Arlington, Va.: Do you know whether the new stadium is projected as a pitchers park or a hitters park? This would be an obvious consideration if you are building a team and I wonder if the Nats are doing something in this area.
Barry Svrluga: They're definitely analyzing it, and it'll definitely be more friendly to hitters than RFK. Some people from the baseball operations side believe it will slightly favor pitchers, but only slightly. The consensus, though: Until they get in it and see how the wind patterns blow at different times of year, they won't know for sure.
Bowie, Md.: Great work as always ... related to the banner issue, does the D.C. Ring of Fame from RFK now transfer over to the new stadium? I don't think it is at FedEx (which I've been to once and will never go again even though it's 20 minutes from home).
Barry Svrluga: This I do not know, but is worth checking into. Thanks for the reminder.
Washington, D.C.: It's been about four months since Ken Rosenthal's insightful (and critical) look into the operations of the organization with the Lerners in command. You remember the piece, I'm sure: scouts not being paid/reimbursed, excessive expense report scrutiny, employee turnover, etc.
Have things gotten better over the course of the season? Are the Lerners learning more and more how to operate in this arena?
Barry Svrluga: The Lerners are, admittedly, going through an adjustment, but there are some things about which they won't flinch. Ted Lerner sees every expense report, and as Mark Lerner told me for a story I wrote on the same subject, the team's ownership will scrutinize all purchases right down to whether a package needs to be sent FedEx, or whether it can go through the regular mail.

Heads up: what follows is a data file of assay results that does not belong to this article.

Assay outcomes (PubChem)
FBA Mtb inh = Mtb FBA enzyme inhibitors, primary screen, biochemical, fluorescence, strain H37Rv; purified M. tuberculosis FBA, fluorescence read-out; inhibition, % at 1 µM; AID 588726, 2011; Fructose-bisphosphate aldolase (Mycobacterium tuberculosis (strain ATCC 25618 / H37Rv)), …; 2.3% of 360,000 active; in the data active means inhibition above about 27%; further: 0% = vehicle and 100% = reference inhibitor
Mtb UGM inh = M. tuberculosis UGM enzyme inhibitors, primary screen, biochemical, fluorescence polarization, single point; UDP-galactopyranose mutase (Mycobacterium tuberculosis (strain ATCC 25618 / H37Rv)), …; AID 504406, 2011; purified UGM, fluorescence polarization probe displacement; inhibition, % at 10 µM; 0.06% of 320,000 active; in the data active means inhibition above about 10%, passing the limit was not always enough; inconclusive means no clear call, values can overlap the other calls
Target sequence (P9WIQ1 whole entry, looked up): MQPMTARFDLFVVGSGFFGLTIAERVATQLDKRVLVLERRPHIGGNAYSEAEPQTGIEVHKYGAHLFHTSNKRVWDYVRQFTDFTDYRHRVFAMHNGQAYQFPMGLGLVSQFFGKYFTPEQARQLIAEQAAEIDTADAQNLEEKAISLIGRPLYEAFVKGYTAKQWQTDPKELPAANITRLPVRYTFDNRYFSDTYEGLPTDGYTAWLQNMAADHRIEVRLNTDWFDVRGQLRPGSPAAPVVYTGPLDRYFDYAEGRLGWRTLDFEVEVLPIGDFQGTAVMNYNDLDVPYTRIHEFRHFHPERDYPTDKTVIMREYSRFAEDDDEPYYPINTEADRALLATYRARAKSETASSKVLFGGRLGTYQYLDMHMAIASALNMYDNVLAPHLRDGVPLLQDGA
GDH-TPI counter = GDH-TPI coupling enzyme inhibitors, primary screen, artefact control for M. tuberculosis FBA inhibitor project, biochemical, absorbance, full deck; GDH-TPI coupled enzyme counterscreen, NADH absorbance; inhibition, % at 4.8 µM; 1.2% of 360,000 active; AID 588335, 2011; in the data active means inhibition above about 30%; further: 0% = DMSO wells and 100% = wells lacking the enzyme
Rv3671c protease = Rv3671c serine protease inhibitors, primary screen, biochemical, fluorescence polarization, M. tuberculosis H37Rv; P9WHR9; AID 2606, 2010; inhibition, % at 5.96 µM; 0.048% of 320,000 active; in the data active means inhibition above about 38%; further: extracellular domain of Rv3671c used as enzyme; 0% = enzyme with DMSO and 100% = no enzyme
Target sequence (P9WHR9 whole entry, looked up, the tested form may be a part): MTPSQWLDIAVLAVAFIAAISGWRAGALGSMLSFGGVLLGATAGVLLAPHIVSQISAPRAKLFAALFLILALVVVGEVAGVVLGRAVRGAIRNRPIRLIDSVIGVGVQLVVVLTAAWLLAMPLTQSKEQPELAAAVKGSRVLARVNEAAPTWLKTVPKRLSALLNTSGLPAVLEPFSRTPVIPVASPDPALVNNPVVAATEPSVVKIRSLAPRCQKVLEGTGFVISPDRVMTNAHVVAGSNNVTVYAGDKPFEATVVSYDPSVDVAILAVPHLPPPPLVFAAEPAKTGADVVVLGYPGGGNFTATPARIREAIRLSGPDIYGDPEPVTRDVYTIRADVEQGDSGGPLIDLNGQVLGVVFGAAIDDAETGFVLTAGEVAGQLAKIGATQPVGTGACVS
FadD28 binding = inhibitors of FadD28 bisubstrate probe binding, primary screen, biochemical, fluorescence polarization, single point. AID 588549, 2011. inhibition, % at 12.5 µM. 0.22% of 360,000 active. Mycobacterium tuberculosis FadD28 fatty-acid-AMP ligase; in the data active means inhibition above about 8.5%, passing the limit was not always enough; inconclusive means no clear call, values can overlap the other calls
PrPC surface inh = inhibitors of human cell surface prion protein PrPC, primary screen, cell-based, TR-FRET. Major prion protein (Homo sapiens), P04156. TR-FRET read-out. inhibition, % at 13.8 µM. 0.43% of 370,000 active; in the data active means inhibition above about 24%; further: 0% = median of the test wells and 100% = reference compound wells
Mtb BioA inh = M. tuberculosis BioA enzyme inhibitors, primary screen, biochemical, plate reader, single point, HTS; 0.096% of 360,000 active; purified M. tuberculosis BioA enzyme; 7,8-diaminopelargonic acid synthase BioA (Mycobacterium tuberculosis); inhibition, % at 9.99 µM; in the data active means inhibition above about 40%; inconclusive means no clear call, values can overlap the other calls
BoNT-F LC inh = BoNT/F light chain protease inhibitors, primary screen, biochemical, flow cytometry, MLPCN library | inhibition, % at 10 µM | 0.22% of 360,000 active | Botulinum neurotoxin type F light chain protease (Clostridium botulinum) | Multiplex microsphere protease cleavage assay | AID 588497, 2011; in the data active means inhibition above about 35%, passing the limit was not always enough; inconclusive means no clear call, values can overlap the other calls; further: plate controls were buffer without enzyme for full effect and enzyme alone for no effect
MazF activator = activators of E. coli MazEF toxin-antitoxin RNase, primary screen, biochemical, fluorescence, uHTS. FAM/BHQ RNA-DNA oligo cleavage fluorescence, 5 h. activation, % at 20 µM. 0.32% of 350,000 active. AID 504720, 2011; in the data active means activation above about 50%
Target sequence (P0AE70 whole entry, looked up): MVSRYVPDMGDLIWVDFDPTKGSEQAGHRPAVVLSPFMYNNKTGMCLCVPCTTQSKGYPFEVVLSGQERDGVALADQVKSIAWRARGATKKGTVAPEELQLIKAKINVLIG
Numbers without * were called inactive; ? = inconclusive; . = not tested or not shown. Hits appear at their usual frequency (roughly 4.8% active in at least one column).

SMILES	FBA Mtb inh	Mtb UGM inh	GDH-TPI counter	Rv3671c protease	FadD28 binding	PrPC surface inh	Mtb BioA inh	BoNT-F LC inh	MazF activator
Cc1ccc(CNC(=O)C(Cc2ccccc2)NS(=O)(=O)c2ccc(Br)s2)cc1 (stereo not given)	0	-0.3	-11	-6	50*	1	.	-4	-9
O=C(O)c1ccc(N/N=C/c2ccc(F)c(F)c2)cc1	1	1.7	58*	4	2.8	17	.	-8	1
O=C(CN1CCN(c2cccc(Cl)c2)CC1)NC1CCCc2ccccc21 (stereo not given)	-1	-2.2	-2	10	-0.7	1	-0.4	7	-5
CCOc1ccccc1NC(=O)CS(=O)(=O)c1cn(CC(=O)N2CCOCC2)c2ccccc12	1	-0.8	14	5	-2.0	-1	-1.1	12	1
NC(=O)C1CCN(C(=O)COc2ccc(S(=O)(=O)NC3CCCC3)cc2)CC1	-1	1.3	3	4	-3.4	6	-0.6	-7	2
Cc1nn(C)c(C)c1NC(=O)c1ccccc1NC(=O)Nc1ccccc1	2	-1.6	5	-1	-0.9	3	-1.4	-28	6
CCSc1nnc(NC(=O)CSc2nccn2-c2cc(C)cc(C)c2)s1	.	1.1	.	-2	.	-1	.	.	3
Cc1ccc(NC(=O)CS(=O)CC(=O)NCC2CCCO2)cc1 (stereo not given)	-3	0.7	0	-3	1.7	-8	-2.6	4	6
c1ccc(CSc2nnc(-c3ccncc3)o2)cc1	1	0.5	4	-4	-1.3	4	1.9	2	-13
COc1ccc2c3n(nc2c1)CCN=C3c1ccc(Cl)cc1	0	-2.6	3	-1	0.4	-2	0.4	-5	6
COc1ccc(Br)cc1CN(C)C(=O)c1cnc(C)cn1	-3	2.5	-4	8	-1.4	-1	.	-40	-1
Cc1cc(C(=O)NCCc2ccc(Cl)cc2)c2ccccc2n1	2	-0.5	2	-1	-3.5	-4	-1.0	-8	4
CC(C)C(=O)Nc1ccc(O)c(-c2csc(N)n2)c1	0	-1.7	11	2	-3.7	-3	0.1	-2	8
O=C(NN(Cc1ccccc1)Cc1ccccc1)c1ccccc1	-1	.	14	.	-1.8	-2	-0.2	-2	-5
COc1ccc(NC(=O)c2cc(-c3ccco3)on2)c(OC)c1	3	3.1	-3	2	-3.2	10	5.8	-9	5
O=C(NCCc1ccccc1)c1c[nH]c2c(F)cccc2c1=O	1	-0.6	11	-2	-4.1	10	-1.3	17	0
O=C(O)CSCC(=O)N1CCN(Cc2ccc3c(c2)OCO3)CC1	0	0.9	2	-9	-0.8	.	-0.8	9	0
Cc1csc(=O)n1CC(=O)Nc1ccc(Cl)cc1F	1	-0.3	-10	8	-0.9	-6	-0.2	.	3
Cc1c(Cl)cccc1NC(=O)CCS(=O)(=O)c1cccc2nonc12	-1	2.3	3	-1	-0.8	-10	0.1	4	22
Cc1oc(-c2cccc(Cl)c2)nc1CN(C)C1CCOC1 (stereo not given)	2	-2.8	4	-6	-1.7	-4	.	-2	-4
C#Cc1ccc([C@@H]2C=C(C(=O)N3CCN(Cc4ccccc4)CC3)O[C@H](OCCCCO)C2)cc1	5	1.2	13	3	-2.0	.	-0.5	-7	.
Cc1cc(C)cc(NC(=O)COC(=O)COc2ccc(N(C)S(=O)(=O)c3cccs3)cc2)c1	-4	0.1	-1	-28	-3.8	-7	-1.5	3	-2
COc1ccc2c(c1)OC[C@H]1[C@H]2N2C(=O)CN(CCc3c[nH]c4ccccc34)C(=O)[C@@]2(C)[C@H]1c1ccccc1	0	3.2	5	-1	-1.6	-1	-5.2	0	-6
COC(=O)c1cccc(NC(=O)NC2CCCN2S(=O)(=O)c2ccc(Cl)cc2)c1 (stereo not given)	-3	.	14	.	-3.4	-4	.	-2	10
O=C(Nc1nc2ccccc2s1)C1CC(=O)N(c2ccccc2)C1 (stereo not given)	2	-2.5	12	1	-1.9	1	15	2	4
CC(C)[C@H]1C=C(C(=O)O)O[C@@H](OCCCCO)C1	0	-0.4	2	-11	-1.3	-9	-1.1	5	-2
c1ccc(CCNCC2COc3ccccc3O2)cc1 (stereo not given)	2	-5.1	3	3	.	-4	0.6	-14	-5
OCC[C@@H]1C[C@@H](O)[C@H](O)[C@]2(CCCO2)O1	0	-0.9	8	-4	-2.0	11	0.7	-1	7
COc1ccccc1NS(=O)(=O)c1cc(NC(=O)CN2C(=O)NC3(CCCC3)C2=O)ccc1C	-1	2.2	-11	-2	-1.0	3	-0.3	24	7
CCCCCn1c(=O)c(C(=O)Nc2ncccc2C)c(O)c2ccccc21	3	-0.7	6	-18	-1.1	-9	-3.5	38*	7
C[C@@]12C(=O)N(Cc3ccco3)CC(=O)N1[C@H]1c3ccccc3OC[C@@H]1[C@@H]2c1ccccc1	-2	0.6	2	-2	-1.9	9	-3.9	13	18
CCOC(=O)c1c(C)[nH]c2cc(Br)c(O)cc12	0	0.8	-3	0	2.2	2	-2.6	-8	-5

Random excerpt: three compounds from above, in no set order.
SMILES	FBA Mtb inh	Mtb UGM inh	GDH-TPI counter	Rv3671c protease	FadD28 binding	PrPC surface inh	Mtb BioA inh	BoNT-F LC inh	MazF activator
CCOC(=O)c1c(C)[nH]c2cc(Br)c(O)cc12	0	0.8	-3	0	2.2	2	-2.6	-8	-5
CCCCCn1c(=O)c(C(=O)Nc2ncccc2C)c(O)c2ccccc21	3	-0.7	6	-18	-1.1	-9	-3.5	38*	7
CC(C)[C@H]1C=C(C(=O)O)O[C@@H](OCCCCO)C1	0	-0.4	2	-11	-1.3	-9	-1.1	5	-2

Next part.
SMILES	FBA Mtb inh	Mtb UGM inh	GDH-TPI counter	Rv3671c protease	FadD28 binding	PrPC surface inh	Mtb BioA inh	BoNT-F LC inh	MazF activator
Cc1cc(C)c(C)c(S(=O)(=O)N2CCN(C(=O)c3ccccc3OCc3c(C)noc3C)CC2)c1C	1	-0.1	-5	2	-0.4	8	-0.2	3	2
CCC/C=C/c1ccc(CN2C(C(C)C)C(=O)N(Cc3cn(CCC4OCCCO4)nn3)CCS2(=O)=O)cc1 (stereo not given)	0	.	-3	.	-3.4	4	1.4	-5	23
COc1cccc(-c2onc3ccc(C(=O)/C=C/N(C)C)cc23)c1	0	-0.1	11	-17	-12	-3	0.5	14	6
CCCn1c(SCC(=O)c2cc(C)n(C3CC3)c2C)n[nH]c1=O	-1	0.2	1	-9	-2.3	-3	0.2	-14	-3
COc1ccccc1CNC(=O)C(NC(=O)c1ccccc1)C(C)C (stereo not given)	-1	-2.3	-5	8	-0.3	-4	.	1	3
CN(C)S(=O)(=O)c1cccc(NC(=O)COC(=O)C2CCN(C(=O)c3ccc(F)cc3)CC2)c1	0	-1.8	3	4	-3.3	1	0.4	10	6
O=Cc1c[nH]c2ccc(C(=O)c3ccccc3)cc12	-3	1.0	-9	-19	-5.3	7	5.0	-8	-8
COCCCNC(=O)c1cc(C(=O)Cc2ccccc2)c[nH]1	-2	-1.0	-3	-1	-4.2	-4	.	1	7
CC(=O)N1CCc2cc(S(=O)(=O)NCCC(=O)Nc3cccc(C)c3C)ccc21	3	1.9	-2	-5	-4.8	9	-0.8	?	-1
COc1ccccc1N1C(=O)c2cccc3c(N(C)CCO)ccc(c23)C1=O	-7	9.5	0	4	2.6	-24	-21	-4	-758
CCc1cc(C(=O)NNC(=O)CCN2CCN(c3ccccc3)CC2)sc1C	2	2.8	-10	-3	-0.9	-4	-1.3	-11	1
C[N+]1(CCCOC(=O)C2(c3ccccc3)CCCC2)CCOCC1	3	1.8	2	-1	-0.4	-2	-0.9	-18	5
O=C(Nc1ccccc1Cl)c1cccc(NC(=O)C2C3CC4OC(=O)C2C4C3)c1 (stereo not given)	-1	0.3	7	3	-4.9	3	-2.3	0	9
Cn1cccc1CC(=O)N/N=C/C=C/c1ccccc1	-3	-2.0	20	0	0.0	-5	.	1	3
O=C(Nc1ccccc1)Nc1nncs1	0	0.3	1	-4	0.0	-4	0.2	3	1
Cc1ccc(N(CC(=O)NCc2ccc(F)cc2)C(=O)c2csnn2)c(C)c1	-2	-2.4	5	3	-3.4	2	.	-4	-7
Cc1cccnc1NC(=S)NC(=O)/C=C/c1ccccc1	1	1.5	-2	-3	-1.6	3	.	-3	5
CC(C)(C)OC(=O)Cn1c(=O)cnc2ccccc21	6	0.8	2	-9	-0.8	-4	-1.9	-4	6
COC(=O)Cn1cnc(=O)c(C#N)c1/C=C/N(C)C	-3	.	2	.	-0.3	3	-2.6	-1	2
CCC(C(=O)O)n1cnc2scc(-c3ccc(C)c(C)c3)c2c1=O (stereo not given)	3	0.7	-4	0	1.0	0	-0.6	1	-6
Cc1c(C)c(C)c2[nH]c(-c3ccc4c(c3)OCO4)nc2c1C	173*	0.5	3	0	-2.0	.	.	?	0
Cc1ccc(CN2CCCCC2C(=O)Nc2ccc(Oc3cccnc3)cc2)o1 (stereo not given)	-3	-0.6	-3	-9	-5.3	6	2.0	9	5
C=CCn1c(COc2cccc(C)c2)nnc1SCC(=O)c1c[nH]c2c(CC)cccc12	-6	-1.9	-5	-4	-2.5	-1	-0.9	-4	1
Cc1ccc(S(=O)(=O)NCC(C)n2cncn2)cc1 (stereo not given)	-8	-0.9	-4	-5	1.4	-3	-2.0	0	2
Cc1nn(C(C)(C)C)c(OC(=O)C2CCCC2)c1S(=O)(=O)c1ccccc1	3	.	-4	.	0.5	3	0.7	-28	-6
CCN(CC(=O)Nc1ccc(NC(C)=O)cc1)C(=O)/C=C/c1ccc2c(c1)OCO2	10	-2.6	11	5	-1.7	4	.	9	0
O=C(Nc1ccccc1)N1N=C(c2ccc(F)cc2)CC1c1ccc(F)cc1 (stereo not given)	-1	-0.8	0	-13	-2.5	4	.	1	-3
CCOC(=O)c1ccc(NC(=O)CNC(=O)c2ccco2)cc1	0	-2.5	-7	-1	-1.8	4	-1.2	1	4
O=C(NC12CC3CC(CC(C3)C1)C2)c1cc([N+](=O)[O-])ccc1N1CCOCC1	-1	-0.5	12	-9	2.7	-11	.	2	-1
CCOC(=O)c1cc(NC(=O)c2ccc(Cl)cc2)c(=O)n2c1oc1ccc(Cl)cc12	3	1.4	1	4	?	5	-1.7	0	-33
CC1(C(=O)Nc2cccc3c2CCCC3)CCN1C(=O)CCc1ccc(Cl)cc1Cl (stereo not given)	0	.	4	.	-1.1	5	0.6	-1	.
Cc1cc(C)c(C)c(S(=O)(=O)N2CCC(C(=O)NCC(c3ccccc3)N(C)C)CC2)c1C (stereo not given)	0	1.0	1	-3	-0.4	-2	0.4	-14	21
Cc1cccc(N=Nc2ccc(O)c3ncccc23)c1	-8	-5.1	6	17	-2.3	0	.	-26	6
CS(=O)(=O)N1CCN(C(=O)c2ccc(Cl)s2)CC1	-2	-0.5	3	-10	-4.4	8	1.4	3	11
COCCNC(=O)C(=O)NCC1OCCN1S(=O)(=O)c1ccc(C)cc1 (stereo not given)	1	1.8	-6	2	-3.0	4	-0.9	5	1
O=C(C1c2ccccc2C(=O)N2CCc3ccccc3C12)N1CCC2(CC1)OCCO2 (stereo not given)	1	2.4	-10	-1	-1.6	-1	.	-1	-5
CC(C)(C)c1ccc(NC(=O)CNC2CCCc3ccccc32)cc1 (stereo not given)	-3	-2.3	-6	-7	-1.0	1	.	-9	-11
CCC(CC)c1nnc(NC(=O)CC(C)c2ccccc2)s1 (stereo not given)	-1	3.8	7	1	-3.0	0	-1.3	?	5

I have heard much less about the scouts being reimbursed issue, and the scouts that I've talked to -- those who were hired from other teams to work here -- are by and large very happy and excited about the direction of the operation. Some were pretty skeptical about how it would work, but when they got into that draft room in June -- and all those egos and opinions were stuffed into one place -- some were surprised by how well it went, which got them more excited for the future.
Washington, D.C.: Bill Ladson's article didn't make sense to me. If McGreary is considered a first round talent who slipped because of signability concerns, then why would the Nats balk at paying him first round money? Either he's asking for more than first round money, or he's not a first round talent. Can you clear this up?
Barry Svrluga: My understanding: The issue isn't so much the money but MLB's frowning upon clubs paying first-round money to kids selected in, say, the sixth round. Do the Lerners want to (potentially) ruffle feathers by signing this kid? That's what I've been told it comes down to.
Washington, D.C.: Given the fact that we're talking about bumping one of the current starters to the bullpen or the minors, plus all of the pitching talent in the minors, do you think that the Nats will bother signing a free agent pitcher? Or will they just focus on upgrading the outfield?
Barry Svrluga: I'll look into this more, but it is my belief that a center fielder/40-homer guy (whether that's one player or two) is now the priority. Will they go after an established starting pitcher via trade or free agency? I believe they will. But I think you're right that they're more encouraged by the pitching that's on the way (and, in some cases, here already).
Barry Svrluga: Folks, tons of questions left, no time remaining to get to them. I've got to get out to RFK. Check Nationals Journal for updates on the McGeary situation (which I expect to last all day), not to mention mundane things like lineups, etc.
Enjoy the rest of the homestand. I'll talk to you next week from Houston, where we'll be in the midst of the last 10-game road trip of the year. Thanks for stopping by.
Editor's Note: washingtonpost.com moderators retain editorial control over Discussions and choose the most relevant questions for guests and hosts; guests and hosts can decline to answer questions. washingtonpost.com is not responsible for any content posted by third parties.